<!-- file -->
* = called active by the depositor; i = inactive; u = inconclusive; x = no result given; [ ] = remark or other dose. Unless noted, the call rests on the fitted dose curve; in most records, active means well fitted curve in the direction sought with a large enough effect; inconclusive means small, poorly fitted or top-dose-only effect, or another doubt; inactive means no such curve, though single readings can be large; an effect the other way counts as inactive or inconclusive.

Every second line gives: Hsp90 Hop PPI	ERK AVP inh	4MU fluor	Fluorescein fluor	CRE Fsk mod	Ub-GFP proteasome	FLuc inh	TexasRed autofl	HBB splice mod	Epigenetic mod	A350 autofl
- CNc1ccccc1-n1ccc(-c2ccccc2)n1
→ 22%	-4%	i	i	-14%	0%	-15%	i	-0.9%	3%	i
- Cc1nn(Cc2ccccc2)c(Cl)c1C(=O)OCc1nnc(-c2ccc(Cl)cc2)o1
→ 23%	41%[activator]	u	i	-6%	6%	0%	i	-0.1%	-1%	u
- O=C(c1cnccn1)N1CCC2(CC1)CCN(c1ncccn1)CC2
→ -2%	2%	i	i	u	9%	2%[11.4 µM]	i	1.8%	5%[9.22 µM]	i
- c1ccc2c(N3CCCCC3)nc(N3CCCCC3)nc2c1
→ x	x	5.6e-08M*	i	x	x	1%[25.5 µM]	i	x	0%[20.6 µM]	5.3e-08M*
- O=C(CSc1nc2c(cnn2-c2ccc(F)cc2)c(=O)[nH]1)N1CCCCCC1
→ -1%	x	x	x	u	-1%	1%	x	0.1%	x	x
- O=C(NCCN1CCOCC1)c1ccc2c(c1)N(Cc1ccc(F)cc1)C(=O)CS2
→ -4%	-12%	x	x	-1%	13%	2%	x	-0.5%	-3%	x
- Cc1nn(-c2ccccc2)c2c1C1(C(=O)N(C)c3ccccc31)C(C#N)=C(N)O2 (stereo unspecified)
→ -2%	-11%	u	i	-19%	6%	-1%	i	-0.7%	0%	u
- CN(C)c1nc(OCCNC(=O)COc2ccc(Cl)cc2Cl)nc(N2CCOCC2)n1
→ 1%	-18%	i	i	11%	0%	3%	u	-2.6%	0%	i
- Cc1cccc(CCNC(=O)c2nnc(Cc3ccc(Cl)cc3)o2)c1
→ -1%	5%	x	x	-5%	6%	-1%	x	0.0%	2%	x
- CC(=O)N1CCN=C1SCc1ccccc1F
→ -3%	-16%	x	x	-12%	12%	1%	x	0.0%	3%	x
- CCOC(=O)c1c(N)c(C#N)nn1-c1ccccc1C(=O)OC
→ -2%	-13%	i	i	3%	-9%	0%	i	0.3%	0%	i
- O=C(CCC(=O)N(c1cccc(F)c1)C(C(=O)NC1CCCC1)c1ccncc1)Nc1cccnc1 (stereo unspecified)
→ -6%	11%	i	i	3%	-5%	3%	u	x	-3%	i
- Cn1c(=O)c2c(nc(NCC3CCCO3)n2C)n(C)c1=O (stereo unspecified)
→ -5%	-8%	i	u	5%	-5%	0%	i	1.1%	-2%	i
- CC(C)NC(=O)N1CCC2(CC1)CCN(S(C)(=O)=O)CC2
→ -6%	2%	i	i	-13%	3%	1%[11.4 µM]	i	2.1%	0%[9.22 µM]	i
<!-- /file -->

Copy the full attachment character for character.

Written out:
* = called active by the depositor; i = inactive; u = inconclusive; x = no result given; [ ] = remark or other dose. Unless noted, the call rests on the fitted dose curve; in most records, active means well fitted curve in the direction sought with a large enough effect; inconclusive means small, poorly fitted or top-dose-only effect, or another doubt; inactive means no such curve, though single readings can be large; an effect the other way counts as inactive or inconclusive.

Every second line gives: Hsp90 Hop PPI	ERK AVP inh	4MU fluor	Fluorescein fluor	CRE Fsk mod	Ub-GFP proteasome	FLuc inh	TexasRed autofl	HBB splice mod	Epigenetic mod	A350 autofl
- CNc1ccccc1-n1ccc(-c2ccccc2)n1
→ 22%	-4%	i	i	-14%	0%	-15%	i	-0.9%	3%	i
- Cc1nn(Cc2ccccc2)c(Cl)c1C(=O)OCc1nnc(-c2ccc(Cl)cc2)o1
→ 23%	41%[activator]	u	i	-6%	6%	0%	i	-0.1%	-1%	u
- O=C(c1cnccn1)N1CCC2(CC1)CCN(c1ncccn1)CC2
→ -2%	2%	i	i	u	9%	2%[11.4 µM]	i	1.8%	5%[9.22 µM]	i
- c1ccc2c(N3CCCCC3)nc(N3CCCCC3)nc2c1
→ x	x	5.6e-08M*	i	x	x	1%[25.5 µM]	i	x	0%[20.6 µM]	5.3e-08M*
- O=C(CSc1nc2c(cnn2-c2ccc(F)cc2)c(=O)[nH]1)N1CCCCCC1
→ -1%	x	x	x	u	-1%	1%	x	0.1%	x	x
- O=C(NCCN1CCOCC1)c1ccc2c(c1)N(Cc1ccc(F)cc1)C(=O)CS2
→ -4%	-12%	x	x	-1%	13%	2%	x	-0.5%	-3%	x
- Cc1nn(-c2ccccc2)c2c1C1(C(=O)N(C)c3ccccc31)C(C#N)=C(N)O2 (stereo unspecified)
→ -2%	-11%	u	i	-19%	6%	-1%	i	-0.7%	0%	u
- CN(C)c1nc(OCCNC(=O)COc2ccc(Cl)cc2Cl)nc(N2CCOCC2)n1
→ 1%	-18%	i	i	11%	0%	3%	u	-2.6%	0%	i
- Cc1cccc(CCNC(=O)c2nnc(Cc3ccc(Cl)cc3)o2)c1
→ -1%	5%	x	x	-5%	6%	-1%	x	0.0%	2%	x
- CC(=O)N1CCN=C1SCc1ccccc1F
→ -3%	-16%	x	x	-12%	12%	1%	x	0.0%	3%	x
- CCOC(=O)c1c(N)c(C#N)nn1-c1ccccc1C(=O)OC
→ -2%	-13%	i	i	3%	-9%	0%	i	0.3%	0%	i
- O=C(CCC(=O)N(c1cccc(F)c1)C(C(=O)NC1CCCC1)c1ccncc1)Nc1cccnc1 (stereo unspecified)
→ -6%	11%	i	i	3%	-5%	3%	u	x	-3%	i
- Cn1c(=O)c2c(nc(NCC3CCCO3)n2C)n(C)c1=O (stereo unspecified)
→ -5%	-8%	i	u	5%	-5%	0%	i	1.1%	-2%	i
- CC(C)NC(=O)N1CCC2(CC1)CCN(S(C)(=O)=O)CC2
→ -6%	2%	i	i	-13%	3%	1%[11.4 µM]	i	2.1%	0%[9.22 µM]	i